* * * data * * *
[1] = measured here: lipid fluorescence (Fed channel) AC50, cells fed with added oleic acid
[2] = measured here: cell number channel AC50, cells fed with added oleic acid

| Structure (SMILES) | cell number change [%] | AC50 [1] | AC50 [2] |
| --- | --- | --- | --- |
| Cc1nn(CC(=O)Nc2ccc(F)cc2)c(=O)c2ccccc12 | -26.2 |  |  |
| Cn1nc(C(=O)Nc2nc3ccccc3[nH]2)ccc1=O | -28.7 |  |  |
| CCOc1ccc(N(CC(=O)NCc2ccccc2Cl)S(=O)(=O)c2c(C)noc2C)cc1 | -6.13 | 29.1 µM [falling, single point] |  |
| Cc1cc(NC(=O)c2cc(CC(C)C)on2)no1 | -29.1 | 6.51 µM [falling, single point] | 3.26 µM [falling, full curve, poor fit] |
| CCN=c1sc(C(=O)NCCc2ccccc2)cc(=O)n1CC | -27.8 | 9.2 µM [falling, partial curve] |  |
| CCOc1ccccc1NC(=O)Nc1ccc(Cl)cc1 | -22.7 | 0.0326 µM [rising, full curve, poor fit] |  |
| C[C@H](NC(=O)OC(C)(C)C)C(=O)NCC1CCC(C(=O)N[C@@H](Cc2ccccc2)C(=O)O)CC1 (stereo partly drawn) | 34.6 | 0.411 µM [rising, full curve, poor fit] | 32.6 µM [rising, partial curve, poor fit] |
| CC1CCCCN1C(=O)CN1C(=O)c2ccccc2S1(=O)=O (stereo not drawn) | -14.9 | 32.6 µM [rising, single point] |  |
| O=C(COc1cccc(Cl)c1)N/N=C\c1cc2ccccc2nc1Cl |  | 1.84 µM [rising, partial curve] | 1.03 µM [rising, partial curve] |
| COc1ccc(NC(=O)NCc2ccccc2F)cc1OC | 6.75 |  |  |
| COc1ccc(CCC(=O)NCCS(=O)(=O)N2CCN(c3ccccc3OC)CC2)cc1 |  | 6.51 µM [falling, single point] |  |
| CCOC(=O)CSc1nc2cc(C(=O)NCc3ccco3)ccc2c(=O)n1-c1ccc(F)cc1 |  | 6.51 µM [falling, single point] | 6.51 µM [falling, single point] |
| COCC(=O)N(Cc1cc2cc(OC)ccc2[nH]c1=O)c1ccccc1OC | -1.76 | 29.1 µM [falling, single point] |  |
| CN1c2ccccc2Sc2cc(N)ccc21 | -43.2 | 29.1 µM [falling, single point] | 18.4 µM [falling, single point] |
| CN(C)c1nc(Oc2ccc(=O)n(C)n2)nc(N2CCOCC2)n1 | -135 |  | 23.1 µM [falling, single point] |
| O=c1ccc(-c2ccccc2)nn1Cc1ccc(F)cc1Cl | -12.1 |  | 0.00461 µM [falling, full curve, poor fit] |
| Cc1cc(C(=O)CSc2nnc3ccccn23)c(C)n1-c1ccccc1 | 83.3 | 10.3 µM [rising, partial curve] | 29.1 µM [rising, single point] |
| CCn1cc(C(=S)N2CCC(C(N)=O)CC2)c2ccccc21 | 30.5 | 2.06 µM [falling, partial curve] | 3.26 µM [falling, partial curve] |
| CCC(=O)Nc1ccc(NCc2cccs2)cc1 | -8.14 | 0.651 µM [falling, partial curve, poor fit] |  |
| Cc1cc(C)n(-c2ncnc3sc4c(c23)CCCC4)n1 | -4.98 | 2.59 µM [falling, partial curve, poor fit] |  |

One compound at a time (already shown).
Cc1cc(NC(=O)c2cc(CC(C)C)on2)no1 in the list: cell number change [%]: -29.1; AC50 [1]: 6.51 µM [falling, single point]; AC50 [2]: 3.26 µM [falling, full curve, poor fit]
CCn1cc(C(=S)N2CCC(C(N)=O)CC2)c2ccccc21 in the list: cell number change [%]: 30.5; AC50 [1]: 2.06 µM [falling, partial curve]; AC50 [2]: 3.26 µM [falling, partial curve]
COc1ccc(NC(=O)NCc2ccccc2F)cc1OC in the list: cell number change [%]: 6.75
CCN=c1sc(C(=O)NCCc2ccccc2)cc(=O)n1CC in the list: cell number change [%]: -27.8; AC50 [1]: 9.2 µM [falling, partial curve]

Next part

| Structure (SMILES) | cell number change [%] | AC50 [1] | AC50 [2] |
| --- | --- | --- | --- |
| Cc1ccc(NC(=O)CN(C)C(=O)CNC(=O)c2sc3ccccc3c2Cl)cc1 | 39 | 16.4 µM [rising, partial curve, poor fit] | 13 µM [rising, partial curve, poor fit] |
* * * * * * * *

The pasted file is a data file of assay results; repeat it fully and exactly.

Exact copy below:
[1] = measured here: lipid fluorescence (Fed channel) AC50, cells fed with added oleic acid
[2] = measured here: cell number channel AC50, cells fed with added oleic acid

| Structure (SMILES) | cell number change [%] | AC50 [1] | AC50 [2] |
| --- | --- | --- | --- |
| Cc1nn(CC(=O)Nc2ccc(F)cc2)c(=O)c2ccccc12 | -26.2 |  |  |
| Cn1nc(C(=O)Nc2nc3ccccc3[nH]2)ccc1=O | -28.7 |  |  |
| CCOc1ccc(N(CC(=O)NCc2ccccc2Cl)S(=O)(=O)c2c(C)noc2C)cc1 | -6.13 | 29.1 µM [falling, single point] |  |
| Cc1cc(NC(=O)c2cc(CC(C)C)on2)no1 | -29.1 | 6.51 µM [falling, single point] | 3.26 µM [falling, full curve, poor fit] |
| CCN=c1sc(C(=O)NCCc2ccccc2)cc(=O)n1CC | -27.8 | 9.2 µM [falling, partial curve] |  |
| CCOc1ccccc1NC(=O)Nc1ccc(Cl)cc1 | -22.7 | 0.0326 µM [rising, full curve, poor fit] |  |
| C[C@H](NC(=O)OC(C)(C)C)C(=O)NCC1CCC(C(=O)N[C@@H](Cc2ccccc2)C(=O)O)CC1 (stereo partly drawn) | 34.6 | 0.411 µM [rising, full curve, poor fit] | 32.6 µM [rising, partial curve, poor fit] |
| CC1CCCCN1C(=O)CN1C(=O)c2ccccc2S1(=O)=O (stereo not drawn) | -14.9 | 32.6 µM [rising, single point] |  |
| O=C(COc1cccc(Cl)c1)N/N=C\c1cc2ccccc2nc1Cl |  | 1.84 µM [rising, partial curve] | 1.03 µM [rising, partial curve] |
| COc1ccc(NC(=O)NCc2ccccc2F)cc1OC | 6.75 |  |  |
| COc1ccc(CCC(=O)NCCS(=O)(=O)N2CCN(c3ccccc3OC)CC2)cc1 |  | 6.51 µM [falling, single point] |  |
| CCOC(=O)CSc1nc2cc(C(=O)NCc3ccco3)ccc2c(=O)n1-c1ccc(F)cc1 |  | 6.51 µM [falling, single point] | 6.51 µM [falling, single point] |
| COCC(=O)N(Cc1cc2cc(OC)ccc2[nH]c1=O)c1ccccc1OC | -1.76 | 29.1 µM [falling, single point] |  |
| CN1c2ccccc2Sc2cc(N)ccc21 | -43.2 | 29.1 µM [falling, single point] | 18.4 µM [falling, single point] |
| CN(C)c1nc(Oc2ccc(=O)n(C)n2)nc(N2CCOCC2)n1 | -135 |  | 23.1 µM [falling, single point] |
| O=c1ccc(-c2ccccc2)nn1Cc1ccc(F)cc1Cl | -12.1 |  | 0.00461 µM [falling, full curve, poor fit] |
| Cc1cc(C(=O)CSc2nnc3ccccn23)c(C)n1-c1ccccc1 | 83.3 | 10.3 µM [rising, partial curve] | 29.1 µM [rising, single point] |
| CCn1cc(C(=S)N2CCC(C(N)=O)CC2)c2ccccc21 | 30.5 | 2.06 µM [falling, partial curve] | 3.26 µM [falling, partial curve] |
| CCC(=O)Nc1ccc(NCc2cccs2)cc1 | -8.14 | 0.651 µM [falling, partial curve, poor fit] |  |
| Cc1cc(C)n(-c2ncnc3sc4c(c23)CCCC4)n1 | -4.98 | 2.59 µM [falling, partial curve, poor fit] |  |

One compound at a time (already shown).
Cc1cc(NC(=O)c2cc(CC(C)C)on2)no1 in the list: cell number change [%]: -29.1; AC50 [1]: 6.51 µM [falling, single point]; AC50 [2]: 3.26 µM [falling, full curve, poor fit]
CCn1cc(C(=S)N2CCC(C(N)=O)CC2)c2ccccc21 in the list: cell number change [%]: 30.5; AC50 [1]: 2.06 µM [falling, partial curve]; AC50 [2]: 3.26 µM [falling, partial curve]
COc1ccc(NC(=O)NCc2ccccc2F)cc1OC in the list: cell number change [%]: 6.75
CCN=c1sc(C(=O)NCCc2ccccc2)cc(=O)n1CC in the list: cell number change [%]: -27.8; AC50 [1]: 9.2 µM [falling, partial curve]

Next part

| Structure (SMILES) | cell number change [%] | AC50 [1] | AC50 [2] |
| --- | --- | --- | --- |
| Cc1ccc(NC(=O)CN(C)C(=O)CNC(=O)c2sc3ccccc3c2Cl)cc1 | 39 | 16.4 µM [rising, partial curve, poor fit] | 13 µM [rising, partial curve, poor fit] |